The effect of temperature (15 and 25°C) and salinity (15 and 35 practical salinity units) combinations on the growth and longevity of the South African estuarine isopod Exosphaeroma hylocoetes was investigated and data analysed using the logistic growth model. No significant differences (P = 0.43 to 0.54) were obtained for the growth rates of male and female E. hylocoetes under the suite of temperature/salinity combinations. Among the variables considered, temperature was identified as the most important in influencing the growth rates of the isopod. Elevated temperatures promoted faster initial growth in both males and females. Salinity had no significant influence on the growth rates of males and females. Males (25.77 ± 3.40 weeks) lived significantly longer (P < 0.001) than females (21.52 ± 3.00 weeks), allowing males (8.08 ± 0.25 mm mean body length) to attain a significantly larger size than females (6.59 ± 0.25 mm) under experimental conditions. Females, however, attained sexual maturity (at 2.5 mm body length) 2–4 weeks earlier than males (5.5 mm in length). It is suggested that the faster growth rates at the higher temperature/salinity combinations allow the isopod to reach sexual maturity at an earlier stage than those at the lower combinations.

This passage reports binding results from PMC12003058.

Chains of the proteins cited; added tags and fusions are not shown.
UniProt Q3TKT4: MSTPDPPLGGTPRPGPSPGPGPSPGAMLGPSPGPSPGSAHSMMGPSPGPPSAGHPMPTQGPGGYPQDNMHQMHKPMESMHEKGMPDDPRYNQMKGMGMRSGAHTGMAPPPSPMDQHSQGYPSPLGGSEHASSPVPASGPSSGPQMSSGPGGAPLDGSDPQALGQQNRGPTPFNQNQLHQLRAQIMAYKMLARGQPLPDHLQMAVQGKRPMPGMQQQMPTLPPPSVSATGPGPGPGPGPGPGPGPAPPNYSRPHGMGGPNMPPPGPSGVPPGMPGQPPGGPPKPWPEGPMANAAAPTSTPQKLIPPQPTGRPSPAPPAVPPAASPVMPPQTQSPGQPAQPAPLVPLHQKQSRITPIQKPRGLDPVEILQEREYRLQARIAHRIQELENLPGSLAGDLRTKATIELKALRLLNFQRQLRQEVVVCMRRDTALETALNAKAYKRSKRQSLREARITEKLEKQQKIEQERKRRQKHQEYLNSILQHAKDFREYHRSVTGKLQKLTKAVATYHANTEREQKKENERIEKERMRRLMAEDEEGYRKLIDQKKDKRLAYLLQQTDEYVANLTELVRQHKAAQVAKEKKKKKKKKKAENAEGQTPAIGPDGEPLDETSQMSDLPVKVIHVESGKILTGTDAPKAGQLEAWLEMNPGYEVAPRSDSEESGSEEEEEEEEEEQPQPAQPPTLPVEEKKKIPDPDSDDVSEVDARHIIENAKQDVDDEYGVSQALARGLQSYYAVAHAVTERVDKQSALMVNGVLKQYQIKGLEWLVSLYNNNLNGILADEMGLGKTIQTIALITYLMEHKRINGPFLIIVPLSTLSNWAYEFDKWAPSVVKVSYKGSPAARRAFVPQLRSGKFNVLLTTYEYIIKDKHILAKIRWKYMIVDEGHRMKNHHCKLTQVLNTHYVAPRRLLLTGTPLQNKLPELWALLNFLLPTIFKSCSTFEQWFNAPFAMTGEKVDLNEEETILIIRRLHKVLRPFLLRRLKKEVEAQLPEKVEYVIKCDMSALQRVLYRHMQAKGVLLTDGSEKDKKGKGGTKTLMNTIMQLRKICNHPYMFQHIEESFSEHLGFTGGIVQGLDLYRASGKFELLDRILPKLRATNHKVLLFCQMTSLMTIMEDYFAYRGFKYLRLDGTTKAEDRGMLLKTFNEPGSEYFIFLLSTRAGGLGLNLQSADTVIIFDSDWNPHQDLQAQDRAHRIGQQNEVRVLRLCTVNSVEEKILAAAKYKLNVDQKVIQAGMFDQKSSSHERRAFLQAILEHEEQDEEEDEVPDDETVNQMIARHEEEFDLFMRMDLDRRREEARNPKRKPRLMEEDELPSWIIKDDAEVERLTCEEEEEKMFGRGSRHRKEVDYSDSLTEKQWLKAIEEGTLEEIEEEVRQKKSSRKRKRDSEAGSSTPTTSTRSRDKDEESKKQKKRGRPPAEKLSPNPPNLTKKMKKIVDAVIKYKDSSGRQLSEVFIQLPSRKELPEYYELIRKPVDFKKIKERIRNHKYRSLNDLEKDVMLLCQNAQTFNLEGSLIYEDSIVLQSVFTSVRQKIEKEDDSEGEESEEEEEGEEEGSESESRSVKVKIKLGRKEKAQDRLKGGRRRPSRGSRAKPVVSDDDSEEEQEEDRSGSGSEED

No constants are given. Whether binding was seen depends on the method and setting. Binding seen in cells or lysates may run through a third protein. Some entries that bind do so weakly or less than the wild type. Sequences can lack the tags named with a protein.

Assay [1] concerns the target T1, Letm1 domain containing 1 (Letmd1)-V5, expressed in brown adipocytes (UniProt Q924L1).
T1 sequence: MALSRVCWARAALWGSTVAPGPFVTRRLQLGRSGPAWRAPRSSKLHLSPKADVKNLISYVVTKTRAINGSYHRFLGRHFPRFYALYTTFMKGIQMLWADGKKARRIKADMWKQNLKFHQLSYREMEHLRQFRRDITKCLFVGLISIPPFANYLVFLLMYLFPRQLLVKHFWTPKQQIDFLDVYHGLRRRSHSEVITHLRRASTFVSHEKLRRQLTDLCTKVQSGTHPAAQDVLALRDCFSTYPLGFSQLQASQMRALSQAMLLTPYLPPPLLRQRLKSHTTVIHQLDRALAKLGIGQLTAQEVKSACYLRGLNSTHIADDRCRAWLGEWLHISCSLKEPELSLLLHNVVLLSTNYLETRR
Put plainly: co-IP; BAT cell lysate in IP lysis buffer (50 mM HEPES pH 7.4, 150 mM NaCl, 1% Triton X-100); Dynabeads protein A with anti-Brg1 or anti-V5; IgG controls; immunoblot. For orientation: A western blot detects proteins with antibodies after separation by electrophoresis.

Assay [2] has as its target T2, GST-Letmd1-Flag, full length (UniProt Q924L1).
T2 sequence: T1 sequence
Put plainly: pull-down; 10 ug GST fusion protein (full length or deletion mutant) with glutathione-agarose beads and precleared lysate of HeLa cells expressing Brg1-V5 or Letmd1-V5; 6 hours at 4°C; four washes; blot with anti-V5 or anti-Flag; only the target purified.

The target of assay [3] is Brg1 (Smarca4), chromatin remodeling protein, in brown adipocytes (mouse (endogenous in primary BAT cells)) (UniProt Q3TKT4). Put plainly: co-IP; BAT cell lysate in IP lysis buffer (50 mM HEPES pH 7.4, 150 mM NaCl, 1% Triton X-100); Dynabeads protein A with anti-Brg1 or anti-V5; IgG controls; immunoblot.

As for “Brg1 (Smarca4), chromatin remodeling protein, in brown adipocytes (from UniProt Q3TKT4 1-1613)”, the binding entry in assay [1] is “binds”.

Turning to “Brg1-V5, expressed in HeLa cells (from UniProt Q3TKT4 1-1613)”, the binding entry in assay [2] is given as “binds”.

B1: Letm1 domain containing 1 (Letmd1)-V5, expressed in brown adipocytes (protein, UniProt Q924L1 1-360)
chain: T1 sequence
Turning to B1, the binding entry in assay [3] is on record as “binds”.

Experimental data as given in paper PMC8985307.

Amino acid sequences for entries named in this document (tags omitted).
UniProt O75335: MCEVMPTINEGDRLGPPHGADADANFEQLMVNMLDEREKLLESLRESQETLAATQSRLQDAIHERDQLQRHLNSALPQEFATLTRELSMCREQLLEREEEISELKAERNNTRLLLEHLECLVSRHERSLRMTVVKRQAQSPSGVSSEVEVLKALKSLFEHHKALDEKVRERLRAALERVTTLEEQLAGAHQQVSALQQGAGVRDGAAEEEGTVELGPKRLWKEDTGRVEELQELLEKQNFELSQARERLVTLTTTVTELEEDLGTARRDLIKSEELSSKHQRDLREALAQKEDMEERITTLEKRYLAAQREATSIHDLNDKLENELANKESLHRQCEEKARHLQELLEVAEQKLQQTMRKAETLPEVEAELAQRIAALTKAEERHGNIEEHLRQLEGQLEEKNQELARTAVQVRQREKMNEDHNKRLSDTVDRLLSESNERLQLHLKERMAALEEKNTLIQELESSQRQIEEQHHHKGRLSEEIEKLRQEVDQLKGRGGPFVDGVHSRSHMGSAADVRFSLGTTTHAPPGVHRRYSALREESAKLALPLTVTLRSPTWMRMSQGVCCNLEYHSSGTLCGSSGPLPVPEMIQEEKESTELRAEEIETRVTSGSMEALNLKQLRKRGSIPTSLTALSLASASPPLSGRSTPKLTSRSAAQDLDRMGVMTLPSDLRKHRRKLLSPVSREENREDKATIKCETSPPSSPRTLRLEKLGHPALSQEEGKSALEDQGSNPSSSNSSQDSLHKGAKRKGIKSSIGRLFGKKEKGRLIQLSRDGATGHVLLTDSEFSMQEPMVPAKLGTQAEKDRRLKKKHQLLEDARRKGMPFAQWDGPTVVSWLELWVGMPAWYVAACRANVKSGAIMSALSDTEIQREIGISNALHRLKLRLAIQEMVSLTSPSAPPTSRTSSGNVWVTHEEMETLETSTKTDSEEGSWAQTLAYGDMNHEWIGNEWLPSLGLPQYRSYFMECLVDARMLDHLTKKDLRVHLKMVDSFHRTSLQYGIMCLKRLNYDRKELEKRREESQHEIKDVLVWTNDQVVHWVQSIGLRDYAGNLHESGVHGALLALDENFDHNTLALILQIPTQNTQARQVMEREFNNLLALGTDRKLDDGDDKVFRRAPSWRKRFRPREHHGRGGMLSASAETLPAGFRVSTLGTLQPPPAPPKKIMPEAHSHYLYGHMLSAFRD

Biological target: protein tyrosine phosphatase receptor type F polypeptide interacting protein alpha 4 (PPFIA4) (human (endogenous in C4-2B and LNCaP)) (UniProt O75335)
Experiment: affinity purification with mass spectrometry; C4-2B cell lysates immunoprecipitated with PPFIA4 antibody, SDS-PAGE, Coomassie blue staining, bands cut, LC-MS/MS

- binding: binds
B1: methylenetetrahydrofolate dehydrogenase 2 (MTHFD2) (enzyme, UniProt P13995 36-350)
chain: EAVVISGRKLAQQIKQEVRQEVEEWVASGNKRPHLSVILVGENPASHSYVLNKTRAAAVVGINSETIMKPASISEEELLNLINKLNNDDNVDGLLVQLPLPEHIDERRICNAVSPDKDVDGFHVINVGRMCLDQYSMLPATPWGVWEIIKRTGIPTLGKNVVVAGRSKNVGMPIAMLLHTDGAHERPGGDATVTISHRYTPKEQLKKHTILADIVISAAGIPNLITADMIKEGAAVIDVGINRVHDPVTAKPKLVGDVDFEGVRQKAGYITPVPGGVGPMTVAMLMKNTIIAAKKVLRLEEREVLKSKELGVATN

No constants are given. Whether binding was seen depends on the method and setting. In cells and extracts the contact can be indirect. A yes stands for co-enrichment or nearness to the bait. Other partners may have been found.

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Vol. 45 • No. 1